What are kidney stones?
Kidney stones are hard collections of salt and minerals often made up of calcium or uric acid. They form inside the kidney and can travel to other parts of the urinary tract.
Diet, excess body weight, some medical conditions, and certain supplements and medications are among the many causes of kidney stones. Kidney stones can affect any part of your urinary tract — from your kidneys to your bladder. Often, stones form when the urine becomes concentrated, allowing minerals to crystallize and stick together.
Stones vary in size. Some are as small as the period at the end of this sentence — a fraction of an inch. Others can grow to a few inches across. Some kidney stones can become so large they take up the entire kidney.
Stones are more common in men, people who are obese, and those who have diabetes. Smaller kidney stones that remain in the kidney often don’t cause any symptoms. You might not notice anything is amiss until the stone moves into your ureter — the tube that urine travels through to get from your kidney to your bladder.
Passing kidney stones can be quite painful, but the stones usually cause no permanent damage if they’re recognized in a timely fashion. Most stones will pass on their own without treatment. However, you may need a procedure to break up or remove stones that don’t pass.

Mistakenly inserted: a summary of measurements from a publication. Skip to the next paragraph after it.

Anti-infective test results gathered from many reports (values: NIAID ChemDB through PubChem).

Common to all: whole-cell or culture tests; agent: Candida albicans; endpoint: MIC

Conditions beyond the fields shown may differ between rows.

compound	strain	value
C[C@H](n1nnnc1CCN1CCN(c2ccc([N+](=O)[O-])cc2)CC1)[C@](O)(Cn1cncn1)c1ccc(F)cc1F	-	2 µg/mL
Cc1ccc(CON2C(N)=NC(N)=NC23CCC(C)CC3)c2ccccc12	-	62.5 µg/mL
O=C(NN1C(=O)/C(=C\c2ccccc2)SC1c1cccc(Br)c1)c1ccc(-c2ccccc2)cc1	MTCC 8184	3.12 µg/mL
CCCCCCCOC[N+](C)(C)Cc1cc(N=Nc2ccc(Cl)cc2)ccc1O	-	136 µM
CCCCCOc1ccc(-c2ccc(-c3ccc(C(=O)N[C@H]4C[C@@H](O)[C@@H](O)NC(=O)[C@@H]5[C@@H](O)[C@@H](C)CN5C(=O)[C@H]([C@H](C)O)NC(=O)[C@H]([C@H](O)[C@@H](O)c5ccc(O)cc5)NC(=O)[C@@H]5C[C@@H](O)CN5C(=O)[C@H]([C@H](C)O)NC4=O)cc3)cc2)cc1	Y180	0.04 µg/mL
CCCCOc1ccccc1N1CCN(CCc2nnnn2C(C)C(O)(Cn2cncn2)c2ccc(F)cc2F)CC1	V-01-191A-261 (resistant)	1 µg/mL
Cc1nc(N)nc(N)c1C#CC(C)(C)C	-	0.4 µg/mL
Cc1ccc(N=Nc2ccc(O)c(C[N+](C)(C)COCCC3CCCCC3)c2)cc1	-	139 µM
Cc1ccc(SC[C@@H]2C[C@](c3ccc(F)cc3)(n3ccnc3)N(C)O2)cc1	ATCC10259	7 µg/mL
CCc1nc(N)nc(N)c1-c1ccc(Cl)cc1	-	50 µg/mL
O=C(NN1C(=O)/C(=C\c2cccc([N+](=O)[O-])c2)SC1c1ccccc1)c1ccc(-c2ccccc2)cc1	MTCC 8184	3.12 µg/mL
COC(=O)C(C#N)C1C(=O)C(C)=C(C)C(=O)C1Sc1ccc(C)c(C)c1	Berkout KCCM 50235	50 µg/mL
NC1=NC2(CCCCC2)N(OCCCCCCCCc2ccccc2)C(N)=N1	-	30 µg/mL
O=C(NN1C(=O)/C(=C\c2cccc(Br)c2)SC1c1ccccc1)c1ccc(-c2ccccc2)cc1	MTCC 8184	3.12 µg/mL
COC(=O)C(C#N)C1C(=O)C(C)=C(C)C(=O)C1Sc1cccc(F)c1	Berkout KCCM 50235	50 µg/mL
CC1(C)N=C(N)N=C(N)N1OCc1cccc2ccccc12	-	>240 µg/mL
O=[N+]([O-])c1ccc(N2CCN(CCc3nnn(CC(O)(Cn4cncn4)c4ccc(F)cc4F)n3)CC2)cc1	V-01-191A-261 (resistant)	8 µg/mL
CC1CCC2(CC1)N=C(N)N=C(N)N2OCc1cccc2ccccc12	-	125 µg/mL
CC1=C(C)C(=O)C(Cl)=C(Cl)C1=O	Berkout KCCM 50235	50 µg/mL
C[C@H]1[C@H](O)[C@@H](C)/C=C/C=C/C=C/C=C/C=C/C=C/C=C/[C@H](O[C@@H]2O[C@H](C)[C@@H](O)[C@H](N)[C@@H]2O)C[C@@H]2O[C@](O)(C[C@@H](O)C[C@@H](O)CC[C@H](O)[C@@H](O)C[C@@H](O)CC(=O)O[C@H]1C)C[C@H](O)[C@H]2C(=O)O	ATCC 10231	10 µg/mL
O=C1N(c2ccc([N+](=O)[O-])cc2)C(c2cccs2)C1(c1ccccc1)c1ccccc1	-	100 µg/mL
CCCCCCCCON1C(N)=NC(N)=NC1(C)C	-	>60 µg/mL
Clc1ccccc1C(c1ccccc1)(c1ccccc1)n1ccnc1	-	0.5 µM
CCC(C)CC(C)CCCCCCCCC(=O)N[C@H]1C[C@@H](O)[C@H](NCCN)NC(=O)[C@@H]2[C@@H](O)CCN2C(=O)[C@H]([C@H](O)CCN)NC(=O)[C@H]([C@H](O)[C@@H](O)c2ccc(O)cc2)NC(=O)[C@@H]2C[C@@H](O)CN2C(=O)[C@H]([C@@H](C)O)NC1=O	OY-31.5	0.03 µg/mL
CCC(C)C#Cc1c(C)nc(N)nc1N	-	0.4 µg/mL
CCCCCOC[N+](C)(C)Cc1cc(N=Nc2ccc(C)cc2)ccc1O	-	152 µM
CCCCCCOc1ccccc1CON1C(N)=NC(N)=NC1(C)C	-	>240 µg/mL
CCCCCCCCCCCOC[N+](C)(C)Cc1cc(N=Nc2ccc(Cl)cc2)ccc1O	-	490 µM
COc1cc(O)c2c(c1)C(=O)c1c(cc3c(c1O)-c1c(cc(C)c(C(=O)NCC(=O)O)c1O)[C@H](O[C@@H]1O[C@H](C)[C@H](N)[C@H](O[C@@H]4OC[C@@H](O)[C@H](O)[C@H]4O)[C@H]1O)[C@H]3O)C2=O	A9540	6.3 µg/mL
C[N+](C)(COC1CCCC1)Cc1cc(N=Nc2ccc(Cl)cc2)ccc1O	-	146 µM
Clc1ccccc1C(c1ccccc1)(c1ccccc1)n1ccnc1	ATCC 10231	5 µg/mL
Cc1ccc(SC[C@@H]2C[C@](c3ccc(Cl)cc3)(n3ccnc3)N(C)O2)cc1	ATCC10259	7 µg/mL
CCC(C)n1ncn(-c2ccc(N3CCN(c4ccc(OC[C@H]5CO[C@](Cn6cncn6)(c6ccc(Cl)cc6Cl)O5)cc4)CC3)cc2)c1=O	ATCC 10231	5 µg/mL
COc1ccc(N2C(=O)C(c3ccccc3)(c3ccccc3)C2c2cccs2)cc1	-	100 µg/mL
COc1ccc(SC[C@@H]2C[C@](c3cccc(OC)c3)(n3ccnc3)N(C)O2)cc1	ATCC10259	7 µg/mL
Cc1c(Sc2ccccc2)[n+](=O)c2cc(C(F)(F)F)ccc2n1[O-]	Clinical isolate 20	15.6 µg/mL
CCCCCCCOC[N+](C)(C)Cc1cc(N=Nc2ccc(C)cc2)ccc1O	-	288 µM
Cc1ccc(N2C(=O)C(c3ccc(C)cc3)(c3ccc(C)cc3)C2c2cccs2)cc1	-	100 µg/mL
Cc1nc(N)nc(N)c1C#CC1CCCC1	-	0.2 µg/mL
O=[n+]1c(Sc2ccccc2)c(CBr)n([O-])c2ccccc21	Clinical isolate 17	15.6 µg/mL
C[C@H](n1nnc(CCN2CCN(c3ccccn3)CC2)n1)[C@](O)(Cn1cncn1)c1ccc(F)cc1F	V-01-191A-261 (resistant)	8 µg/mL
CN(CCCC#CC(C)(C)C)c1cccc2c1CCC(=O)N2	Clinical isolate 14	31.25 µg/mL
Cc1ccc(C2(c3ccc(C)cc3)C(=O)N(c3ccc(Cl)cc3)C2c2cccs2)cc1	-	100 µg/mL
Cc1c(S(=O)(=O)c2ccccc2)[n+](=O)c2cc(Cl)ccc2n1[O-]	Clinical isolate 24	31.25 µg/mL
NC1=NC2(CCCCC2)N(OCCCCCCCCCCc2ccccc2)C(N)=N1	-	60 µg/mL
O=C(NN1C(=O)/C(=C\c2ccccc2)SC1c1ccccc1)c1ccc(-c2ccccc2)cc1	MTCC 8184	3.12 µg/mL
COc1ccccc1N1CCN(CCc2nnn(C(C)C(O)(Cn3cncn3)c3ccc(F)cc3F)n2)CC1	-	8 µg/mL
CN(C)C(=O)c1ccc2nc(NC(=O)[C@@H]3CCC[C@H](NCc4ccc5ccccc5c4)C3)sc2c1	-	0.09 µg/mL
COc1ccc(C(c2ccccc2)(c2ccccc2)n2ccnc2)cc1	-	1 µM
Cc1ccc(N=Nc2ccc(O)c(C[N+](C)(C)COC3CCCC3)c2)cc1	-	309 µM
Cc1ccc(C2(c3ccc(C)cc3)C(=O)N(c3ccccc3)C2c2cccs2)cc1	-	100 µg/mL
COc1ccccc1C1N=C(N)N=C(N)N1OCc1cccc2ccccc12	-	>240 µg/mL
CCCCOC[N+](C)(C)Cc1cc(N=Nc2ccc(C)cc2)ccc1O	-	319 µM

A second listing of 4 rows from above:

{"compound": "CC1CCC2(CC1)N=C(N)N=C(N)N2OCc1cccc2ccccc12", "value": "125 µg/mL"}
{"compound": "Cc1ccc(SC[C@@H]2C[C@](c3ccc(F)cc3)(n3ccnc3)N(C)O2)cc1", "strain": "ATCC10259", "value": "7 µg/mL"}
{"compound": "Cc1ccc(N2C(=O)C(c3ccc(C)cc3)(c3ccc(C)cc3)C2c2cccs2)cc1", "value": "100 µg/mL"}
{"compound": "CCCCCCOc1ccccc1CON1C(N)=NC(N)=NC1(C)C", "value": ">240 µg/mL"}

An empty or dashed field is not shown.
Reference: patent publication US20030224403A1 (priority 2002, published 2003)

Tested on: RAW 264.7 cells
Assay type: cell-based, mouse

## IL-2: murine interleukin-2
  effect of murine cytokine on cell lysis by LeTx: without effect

Signs and symptoms that you may have kidney stones
A kidney stone usually will not cause symptoms until it moves around within your kidney or passes into your ureters — the tubes connecting the kidneys and the bladder. If it becomes lodged in the ureters, it may block the flow of urine and cause the kidney to swell and the ureter to spasm, which can be very painful. At that point, you may experience these signs and symptoms:
- Severe, sharp pain in the side and back, below the ribs
- Pain that radiates to the lower abdomen and groin
- Pain that comes in waves and fluctuates in intensity
- Pain or burning sensation while urinating
Other signs and symptoms may include:
- Pink, red or brown urine
- Cloudy or foul-smelling urine
- A persistent need to urinate, urinating more often than usual or urinating in small amounts
- Nausea and vomiting
- Fever and chills if an infection is present
Pain caused by a kidney stone may change — for instance, shifting to a different location or increasing in intensity — as the stone moves through your urinary tract.
Allopathic Treatment for kidney stones
A risk factor for all stones, regardless of type, is dehydration. Anyone who is prone to kidney stones should pay attention to good hydration. A randomized trial has shown that drinking 2 liters of fluid a day reduces the likelihood of stone recurrence by about half.
Small stones with minimal symptoms
Most small kidney stones won’t require invasive treatment. You may be able to pass a small stone by:
Drinking water. Drinking as much as 1.8 to 3.6 liters a day will keep your urine dilute and may prevent stones from forming. Unless your doctor tells you otherwise, drink enough fluid — ideally mostly water — to produce clear or nearly clear urine.
Pain relievers. Passing a small stone can cause some discomfort. To relieve mild pain, your doctor may recommend pain relievers such as ibuprofen or naproxen sodium.